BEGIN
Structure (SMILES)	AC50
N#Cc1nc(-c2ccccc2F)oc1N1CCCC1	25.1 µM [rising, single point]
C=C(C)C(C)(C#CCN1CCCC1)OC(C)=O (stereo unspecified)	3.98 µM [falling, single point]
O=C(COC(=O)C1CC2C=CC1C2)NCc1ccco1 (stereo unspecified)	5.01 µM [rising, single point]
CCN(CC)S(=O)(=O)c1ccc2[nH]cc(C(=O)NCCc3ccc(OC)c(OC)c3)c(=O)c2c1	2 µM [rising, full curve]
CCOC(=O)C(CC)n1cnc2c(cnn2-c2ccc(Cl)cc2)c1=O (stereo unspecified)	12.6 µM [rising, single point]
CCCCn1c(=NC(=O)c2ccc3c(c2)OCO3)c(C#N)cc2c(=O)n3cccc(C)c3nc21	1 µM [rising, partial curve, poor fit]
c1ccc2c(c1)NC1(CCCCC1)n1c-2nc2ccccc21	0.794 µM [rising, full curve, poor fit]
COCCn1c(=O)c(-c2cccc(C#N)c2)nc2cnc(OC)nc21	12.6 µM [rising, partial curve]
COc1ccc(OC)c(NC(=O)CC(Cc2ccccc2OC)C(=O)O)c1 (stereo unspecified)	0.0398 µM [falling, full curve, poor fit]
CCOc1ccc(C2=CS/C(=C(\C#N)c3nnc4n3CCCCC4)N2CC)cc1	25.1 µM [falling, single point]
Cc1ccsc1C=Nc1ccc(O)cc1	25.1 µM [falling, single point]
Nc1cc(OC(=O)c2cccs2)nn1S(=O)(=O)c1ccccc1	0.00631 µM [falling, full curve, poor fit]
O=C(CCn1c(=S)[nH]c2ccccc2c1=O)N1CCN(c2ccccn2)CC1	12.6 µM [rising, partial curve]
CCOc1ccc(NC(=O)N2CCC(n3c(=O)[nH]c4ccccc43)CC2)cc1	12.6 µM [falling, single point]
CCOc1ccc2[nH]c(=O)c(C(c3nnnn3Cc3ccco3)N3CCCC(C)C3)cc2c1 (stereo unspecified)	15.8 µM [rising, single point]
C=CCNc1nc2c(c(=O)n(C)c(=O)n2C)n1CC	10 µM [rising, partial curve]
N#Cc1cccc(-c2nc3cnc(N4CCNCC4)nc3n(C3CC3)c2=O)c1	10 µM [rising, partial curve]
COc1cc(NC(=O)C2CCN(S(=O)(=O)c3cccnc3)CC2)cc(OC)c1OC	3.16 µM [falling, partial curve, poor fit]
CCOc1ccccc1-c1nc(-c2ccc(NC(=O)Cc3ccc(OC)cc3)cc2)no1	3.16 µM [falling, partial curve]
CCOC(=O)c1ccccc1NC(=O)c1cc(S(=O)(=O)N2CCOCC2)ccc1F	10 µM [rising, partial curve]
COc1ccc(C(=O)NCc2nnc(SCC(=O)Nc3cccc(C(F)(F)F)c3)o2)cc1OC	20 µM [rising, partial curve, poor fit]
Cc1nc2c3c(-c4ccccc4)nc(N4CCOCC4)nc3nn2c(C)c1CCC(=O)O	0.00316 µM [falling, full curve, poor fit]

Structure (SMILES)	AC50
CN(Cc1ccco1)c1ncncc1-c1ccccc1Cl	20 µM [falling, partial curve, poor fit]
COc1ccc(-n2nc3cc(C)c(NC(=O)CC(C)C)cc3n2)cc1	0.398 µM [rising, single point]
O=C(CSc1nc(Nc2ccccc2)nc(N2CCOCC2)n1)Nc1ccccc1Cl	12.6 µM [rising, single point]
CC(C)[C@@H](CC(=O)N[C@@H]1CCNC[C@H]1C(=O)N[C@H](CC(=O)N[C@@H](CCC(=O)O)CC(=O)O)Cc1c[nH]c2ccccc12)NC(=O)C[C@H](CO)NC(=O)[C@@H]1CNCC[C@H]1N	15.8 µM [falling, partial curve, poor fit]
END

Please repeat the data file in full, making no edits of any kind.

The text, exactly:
Structure (SMILES)	AC50
N#Cc1nc(-c2ccccc2F)oc1N1CCCC1	25.1 µM [rising, single point]
C=C(C)C(C)(C#CCN1CCCC1)OC(C)=O (stereo unspecified)	3.98 µM [falling, single point]
O=C(COC(=O)C1CC2C=CC1C2)NCc1ccco1 (stereo unspecified)	5.01 µM [rising, single point]
CCN(CC)S(=O)(=O)c1ccc2[nH]cc(C(=O)NCCc3ccc(OC)c(OC)c3)c(=O)c2c1	2 µM [rising, full curve]
CCOC(=O)C(CC)n1cnc2c(cnn2-c2ccc(Cl)cc2)c1=O (stereo unspecified)	12.6 µM [rising, single point]
CCCCn1c(=NC(=O)c2ccc3c(c2)OCO3)c(C#N)cc2c(=O)n3cccc(C)c3nc21	1 µM [rising, partial curve, poor fit]
c1ccc2c(c1)NC1(CCCCC1)n1c-2nc2ccccc21	0.794 µM [rising, full curve, poor fit]
COCCn1c(=O)c(-c2cccc(C#N)c2)nc2cnc(OC)nc21	12.6 µM [rising, partial curve]
COc1ccc(OC)c(NC(=O)CC(Cc2ccccc2OC)C(=O)O)c1 (stereo unspecified)	0.0398 µM [falling, full curve, poor fit]
CCOc1ccc(C2=CS/C(=C(\C#N)c3nnc4n3CCCCC4)N2CC)cc1	25.1 µM [falling, single point]
Cc1ccsc1C=Nc1ccc(O)cc1	25.1 µM [falling, single point]
Nc1cc(OC(=O)c2cccs2)nn1S(=O)(=O)c1ccccc1	0.00631 µM [falling, full curve, poor fit]
O=C(CCn1c(=S)[nH]c2ccccc2c1=O)N1CCN(c2ccccn2)CC1	12.6 µM [rising, partial curve]
CCOc1ccc(NC(=O)N2CCC(n3c(=O)[nH]c4ccccc43)CC2)cc1	12.6 µM [falling, single point]
CCOc1ccc2[nH]c(=O)c(C(c3nnnn3Cc3ccco3)N3CCCC(C)C3)cc2c1 (stereo unspecified)	15.8 µM [rising, single point]
C=CCNc1nc2c(c(=O)n(C)c(=O)n2C)n1CC	10 µM [rising, partial curve]
N#Cc1cccc(-c2nc3cnc(N4CCNCC4)nc3n(C3CC3)c2=O)c1	10 µM [rising, partial curve]
COc1cc(NC(=O)C2CCN(S(=O)(=O)c3cccnc3)CC2)cc(OC)c1OC	3.16 µM [falling, partial curve, poor fit]
CCOc1ccccc1-c1nc(-c2ccc(NC(=O)Cc3ccc(OC)cc3)cc2)no1	3.16 µM [falling, partial curve]
CCOC(=O)c1ccccc1NC(=O)c1cc(S(=O)(=O)N2CCOCC2)ccc1F	10 µM [rising, partial curve]
COc1ccc(C(=O)NCc2nnc(SCC(=O)Nc3cccc(C(F)(F)F)c3)o2)cc1OC	20 µM [rising, partial curve, poor fit]
Cc1nc2c3c(-c4ccccc4)nc(N4CCOCC4)nc3nn2c(C)c1CCC(=O)O	0.00316 µM [falling, full curve, poor fit]

Structure (SMILES)	AC50
CN(Cc1ccco1)c1ncncc1-c1ccccc1Cl	20 µM [falling, partial curve, poor fit]
COc1ccc(-n2nc3cc(C)c(NC(=O)CC(C)C)cc3n2)cc1	0.398 µM [rising, single point]
O=C(CSc1nc(Nc2ccccc2)nc(N2CCOCC2)n1)Nc1ccccc1Cl	12.6 µM [rising, single point]
CC(C)[C@@H](CC(=O)N[C@@H]1CCNC[C@H]1C(=O)N[C@H](CC(=O)N[C@@H](CCC(=O)O)CC(=O)O)Cc1c[nH]c2ccccc12)NC(=O)C[C@H](CO)NC(=O)[C@@H]1CNCC[C@H]1N	15.8 µM [falling, partial curve, poor fit]